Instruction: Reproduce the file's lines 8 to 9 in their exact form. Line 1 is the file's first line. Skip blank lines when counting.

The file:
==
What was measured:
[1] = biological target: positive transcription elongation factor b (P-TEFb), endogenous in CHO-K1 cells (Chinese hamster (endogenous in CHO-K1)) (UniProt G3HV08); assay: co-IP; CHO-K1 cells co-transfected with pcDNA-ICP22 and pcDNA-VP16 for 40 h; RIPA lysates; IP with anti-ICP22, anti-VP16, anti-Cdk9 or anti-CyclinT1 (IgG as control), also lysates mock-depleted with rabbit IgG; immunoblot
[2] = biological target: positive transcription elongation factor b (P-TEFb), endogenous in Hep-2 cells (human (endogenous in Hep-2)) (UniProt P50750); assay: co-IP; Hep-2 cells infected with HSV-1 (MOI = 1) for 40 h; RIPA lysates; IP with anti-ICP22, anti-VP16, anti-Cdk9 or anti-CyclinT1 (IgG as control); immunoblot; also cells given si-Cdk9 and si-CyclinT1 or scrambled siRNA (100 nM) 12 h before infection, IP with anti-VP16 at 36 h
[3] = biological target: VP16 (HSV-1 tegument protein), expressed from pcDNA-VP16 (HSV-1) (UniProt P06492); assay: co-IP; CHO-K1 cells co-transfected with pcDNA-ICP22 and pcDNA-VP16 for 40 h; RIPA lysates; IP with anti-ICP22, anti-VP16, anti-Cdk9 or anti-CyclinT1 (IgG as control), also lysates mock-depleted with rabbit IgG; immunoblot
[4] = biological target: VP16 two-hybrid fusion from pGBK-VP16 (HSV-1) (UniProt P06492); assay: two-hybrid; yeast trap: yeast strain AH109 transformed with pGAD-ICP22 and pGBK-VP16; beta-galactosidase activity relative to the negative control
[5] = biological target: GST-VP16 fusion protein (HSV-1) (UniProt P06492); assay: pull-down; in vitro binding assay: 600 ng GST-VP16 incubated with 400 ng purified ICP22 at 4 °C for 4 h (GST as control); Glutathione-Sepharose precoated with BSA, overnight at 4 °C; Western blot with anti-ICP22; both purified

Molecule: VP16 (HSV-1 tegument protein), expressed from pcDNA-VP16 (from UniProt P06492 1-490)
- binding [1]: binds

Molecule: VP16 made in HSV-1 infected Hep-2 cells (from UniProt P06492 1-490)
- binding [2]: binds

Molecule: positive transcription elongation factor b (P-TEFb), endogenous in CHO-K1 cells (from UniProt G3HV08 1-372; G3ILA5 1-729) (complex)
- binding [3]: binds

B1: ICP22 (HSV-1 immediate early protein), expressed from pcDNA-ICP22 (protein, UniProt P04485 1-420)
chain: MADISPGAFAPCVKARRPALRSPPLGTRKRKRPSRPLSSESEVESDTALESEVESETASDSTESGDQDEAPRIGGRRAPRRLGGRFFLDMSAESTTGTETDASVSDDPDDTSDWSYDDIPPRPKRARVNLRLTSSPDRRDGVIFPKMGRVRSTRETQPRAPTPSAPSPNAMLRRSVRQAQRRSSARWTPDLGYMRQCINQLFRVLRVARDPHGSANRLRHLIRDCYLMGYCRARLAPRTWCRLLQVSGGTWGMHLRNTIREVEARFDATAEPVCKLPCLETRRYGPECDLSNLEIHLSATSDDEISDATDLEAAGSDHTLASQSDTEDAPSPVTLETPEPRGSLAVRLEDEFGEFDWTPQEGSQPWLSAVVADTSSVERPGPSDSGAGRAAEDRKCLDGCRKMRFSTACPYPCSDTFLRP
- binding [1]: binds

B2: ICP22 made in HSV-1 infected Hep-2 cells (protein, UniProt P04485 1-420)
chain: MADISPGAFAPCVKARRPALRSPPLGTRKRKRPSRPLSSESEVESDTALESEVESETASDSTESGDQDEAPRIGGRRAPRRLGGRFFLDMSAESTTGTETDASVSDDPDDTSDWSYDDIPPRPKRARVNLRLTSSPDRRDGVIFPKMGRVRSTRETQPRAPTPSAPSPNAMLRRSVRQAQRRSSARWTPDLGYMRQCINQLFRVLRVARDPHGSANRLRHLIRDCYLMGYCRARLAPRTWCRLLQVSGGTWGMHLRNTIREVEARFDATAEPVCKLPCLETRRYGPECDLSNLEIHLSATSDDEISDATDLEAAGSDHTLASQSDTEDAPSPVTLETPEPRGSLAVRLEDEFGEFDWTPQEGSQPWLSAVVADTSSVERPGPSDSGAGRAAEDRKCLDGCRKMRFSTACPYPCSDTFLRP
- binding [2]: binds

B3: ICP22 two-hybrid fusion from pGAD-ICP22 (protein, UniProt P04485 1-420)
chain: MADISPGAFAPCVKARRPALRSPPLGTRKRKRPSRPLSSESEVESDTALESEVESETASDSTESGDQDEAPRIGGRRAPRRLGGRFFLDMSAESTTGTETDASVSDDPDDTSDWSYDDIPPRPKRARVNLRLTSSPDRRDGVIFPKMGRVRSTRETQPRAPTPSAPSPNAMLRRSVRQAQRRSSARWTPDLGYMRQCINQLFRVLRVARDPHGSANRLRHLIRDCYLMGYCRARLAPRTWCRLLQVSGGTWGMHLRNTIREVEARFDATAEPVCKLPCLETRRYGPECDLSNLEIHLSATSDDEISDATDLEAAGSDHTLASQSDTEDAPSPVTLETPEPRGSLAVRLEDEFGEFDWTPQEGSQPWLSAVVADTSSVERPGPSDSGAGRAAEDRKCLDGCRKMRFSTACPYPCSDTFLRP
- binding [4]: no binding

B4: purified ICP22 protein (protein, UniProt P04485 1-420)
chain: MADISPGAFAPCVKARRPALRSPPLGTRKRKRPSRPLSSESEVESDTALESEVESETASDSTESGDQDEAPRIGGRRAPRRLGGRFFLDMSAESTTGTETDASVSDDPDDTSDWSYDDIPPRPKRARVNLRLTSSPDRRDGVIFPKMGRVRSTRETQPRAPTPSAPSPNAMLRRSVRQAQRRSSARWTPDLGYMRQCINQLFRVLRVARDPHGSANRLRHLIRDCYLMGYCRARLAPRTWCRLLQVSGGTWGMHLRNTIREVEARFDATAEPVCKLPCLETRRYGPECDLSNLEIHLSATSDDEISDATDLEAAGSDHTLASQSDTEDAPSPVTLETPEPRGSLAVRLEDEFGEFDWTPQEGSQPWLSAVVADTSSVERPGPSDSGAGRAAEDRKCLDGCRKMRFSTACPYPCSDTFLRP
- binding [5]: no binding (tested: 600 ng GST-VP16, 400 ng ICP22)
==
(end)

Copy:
- binding [1]: binds

Molecule: VP16 made in HSV-1 infected Hep-2 cells (from UniProt P06492 1-490)